The development of modern sculpture in the UK (but also elsewhere) has been marked by male dominance. It wasn’t until the 1960s that women started emerging and gradually dissolving the canon by introducing new approaches to art-making that have eventually altered the very notion of the medium.
One of the leading female figures in the field is Phyllida Barlow, known for large-scale installations made of industrial, low-grade materials, as well as recyclable waste that defy the limitations of volume, mass, and height. Her lasting influence on the new generations was enforced by the artist’s teaching post at the Slade School of Art and best illustrated by the practices of her former students and now acclaimed contemporary artists, Rachel Whiteread and Angela de la Cruz.
Currently on display at Haus der Kunst in Munich is the largest retrospective of Phyllida Barlow ever. Frontier is part of a series of exhibitions in the museum’s East Wing focused on the practices of contemporary female artists and it includes nearly 100 works including Barlow’s large-scale sculptures and drawings.
It is hard to describe Phyllida Barlow‘s works as sculptures; rather, they are to be called structures that spread out and physically narrow the visitors’ movement in the space. Due to their grand dimensions, they seem unstable, fragile, and at the same time threatening as they occupy the space. Barlow‘s works invite viewers to reconsider spaces, volume and understand the language of architecture.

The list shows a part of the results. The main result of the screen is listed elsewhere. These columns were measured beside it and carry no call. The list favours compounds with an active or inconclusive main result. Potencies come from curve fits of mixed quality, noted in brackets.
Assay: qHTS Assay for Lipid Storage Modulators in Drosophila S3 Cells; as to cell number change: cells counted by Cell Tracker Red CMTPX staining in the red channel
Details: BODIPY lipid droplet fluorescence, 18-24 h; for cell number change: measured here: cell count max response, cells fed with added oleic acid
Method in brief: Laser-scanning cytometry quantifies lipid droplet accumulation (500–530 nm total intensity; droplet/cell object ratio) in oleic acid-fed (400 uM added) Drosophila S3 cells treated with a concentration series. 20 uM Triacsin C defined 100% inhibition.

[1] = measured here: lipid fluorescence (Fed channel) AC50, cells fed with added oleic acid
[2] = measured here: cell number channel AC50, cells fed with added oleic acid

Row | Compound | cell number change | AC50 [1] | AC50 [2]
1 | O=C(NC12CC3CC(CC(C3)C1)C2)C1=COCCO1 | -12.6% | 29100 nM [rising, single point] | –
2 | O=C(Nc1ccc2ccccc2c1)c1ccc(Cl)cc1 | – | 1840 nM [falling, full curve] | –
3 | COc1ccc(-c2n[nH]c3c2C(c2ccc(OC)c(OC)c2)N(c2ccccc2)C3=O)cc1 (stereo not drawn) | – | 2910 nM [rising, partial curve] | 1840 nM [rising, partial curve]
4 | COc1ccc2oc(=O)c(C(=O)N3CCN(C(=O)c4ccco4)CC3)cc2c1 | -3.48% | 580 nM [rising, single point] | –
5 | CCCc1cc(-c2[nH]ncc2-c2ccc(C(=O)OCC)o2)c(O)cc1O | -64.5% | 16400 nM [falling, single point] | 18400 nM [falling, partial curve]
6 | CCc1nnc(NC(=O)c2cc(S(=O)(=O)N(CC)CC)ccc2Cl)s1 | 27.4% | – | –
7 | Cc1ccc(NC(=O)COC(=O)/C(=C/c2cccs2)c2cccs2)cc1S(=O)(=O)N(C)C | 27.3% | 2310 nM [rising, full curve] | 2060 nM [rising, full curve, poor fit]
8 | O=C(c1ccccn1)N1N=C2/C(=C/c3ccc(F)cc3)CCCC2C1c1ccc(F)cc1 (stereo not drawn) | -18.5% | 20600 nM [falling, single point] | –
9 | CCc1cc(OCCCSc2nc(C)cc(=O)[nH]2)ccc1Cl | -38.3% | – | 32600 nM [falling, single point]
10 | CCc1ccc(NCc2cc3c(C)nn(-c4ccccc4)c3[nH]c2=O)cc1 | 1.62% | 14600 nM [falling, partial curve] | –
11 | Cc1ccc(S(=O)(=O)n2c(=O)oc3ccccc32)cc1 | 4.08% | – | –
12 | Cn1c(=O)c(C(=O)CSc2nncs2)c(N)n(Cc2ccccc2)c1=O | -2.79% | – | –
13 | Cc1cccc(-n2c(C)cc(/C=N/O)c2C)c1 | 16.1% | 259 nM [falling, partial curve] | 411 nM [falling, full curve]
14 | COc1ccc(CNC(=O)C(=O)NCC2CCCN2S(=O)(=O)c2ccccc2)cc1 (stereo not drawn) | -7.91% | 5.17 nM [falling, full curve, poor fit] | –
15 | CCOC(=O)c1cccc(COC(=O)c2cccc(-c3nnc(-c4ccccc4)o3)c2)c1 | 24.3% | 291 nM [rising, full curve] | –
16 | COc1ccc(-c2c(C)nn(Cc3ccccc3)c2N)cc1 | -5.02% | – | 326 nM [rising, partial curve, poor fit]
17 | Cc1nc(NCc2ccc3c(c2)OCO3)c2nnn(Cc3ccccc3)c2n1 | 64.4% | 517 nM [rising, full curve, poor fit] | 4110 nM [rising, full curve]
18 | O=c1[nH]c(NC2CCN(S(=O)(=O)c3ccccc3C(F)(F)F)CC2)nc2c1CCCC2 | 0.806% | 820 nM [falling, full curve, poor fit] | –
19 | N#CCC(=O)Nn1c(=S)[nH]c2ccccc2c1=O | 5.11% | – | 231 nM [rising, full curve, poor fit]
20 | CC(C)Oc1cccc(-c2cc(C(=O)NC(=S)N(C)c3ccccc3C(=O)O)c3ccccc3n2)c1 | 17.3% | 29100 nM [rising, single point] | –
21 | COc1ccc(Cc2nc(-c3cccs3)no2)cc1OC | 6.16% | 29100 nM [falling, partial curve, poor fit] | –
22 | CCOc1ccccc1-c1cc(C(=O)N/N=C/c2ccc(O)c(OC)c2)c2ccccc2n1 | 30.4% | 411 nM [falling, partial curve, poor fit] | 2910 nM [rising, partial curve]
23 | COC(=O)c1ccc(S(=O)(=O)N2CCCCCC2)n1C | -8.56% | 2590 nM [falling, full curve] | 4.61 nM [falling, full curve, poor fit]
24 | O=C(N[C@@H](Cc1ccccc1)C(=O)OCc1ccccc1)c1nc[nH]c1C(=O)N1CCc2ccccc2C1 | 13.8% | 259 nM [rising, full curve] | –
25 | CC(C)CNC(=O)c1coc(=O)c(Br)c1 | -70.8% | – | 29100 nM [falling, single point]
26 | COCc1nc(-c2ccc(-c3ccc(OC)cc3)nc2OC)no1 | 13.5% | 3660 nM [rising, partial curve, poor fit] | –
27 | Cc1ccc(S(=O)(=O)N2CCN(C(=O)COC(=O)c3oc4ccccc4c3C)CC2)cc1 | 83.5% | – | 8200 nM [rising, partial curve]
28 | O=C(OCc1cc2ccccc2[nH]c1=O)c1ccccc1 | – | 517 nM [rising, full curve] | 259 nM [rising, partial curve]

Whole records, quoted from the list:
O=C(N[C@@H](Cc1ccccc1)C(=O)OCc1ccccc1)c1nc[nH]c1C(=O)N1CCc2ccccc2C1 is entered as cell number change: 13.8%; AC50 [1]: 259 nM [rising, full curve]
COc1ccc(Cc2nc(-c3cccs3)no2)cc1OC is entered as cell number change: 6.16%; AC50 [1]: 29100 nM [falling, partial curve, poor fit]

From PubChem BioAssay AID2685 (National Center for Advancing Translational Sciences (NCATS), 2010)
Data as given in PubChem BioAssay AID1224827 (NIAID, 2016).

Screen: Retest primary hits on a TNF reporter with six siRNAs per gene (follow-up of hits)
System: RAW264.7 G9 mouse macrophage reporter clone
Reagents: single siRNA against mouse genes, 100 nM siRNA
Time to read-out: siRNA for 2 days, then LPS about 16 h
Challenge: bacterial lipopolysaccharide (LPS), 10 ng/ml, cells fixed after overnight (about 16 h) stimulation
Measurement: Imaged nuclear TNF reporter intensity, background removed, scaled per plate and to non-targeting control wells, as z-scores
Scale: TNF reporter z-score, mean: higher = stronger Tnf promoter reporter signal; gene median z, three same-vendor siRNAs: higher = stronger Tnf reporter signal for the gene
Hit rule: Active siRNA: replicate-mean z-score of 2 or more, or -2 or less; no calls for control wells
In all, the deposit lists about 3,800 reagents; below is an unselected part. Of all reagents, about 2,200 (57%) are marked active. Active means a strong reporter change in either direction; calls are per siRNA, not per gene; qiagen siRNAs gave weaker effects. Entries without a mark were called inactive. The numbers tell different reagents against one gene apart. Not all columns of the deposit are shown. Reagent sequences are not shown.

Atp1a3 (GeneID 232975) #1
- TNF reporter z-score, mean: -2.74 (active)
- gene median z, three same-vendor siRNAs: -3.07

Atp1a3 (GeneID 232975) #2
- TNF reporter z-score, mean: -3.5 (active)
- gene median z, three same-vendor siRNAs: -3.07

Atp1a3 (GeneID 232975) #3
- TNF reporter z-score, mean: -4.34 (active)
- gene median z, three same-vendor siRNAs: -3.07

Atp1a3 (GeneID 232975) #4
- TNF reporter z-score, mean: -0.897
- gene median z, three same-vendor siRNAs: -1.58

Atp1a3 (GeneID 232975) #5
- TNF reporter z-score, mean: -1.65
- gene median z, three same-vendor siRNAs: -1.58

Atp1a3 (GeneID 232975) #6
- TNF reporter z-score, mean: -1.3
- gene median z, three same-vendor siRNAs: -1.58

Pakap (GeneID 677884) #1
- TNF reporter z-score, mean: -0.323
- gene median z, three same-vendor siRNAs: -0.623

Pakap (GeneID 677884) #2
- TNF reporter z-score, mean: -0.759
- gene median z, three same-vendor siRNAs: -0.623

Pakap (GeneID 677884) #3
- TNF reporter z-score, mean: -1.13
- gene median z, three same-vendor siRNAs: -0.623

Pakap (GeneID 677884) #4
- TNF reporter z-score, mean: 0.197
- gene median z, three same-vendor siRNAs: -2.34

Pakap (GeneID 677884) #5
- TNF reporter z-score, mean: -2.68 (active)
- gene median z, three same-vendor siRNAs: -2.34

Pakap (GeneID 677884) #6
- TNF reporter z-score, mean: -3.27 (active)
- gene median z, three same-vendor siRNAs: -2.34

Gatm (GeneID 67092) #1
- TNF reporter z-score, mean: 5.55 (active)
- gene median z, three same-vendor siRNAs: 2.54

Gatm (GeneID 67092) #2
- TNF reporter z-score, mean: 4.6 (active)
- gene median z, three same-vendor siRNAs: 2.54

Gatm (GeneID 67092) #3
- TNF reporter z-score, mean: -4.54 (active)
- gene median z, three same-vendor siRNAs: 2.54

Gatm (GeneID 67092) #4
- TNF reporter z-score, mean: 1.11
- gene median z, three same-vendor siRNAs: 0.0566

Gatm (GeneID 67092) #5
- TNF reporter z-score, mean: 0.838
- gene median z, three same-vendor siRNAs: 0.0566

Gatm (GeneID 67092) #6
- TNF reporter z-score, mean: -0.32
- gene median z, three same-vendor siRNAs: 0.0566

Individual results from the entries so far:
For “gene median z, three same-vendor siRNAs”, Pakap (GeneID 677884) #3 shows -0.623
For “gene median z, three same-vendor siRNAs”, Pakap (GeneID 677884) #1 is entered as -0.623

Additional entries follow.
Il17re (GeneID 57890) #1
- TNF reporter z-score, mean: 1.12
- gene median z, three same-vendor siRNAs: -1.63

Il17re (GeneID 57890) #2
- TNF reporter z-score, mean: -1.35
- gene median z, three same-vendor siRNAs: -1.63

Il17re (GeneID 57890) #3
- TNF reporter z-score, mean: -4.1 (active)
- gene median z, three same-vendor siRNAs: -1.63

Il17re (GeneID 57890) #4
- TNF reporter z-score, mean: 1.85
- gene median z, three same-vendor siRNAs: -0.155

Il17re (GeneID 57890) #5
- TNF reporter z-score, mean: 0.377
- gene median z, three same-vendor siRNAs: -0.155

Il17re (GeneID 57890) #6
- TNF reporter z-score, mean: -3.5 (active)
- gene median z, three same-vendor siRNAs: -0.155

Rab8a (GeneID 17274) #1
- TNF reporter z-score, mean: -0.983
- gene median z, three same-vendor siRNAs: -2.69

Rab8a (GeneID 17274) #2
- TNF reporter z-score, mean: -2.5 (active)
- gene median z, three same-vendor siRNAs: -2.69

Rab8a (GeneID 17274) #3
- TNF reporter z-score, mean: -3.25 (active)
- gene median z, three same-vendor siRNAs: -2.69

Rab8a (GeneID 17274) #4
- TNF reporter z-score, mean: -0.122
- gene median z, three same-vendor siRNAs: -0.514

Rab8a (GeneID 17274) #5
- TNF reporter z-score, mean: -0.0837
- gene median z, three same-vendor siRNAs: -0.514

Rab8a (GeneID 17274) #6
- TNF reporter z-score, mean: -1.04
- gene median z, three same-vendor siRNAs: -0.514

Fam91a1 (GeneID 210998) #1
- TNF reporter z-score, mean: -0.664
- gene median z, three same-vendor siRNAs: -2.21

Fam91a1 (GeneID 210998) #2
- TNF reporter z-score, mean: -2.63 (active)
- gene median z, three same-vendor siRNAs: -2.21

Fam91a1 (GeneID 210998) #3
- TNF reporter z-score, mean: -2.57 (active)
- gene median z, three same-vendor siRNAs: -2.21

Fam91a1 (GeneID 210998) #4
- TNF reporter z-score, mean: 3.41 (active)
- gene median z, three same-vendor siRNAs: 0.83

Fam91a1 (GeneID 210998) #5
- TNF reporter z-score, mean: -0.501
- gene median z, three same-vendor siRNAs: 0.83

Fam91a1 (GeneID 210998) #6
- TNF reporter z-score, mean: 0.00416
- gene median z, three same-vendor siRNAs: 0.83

To walk through her practice and show the continuity in the exploration of the formal and material possibilities of sculpture, the curator Demina Lentini decided to underline the relevance of Barlow’s questioning of sculpture’s relationship to the structures of objects as they exist in reality.
For this occasion, Barlow reenacted her 1975 work titled Shedmesh which no longer exists, and has produced a few other new works such as Untitled: Towerholer and Untitled: Catchers. The sculpture Unititled: Parasols belongs to the group of reworked works, and a few others were adapted to the exhibition space.
Alongside the mentioned works, the installation includes the key pieces from Barlow’s ground-breaking exhibitions over the past two decades and a large selection of works on paper.
The current exhibition asserts Barlow’s central role in redefining traditionally male-dominated medium and the radicalism of her agenda in terms of the limits and thresholds of sculptural practice.
The exhibition is supported by the Henry Moore Foundation and Art Mentor Foundation Lucerne, and accompanied by an expansive catalog with contributions by the artist herself and several scholars.
Phyllida Barlow: Frontier will be on display at Haus der Kunst in Munich until 25 July 2021.
Featured image: Phyllida Barlow - Untitled: 11 awnings, 2013. Collection of the artist, London. All images courtesy Haus der Kunst.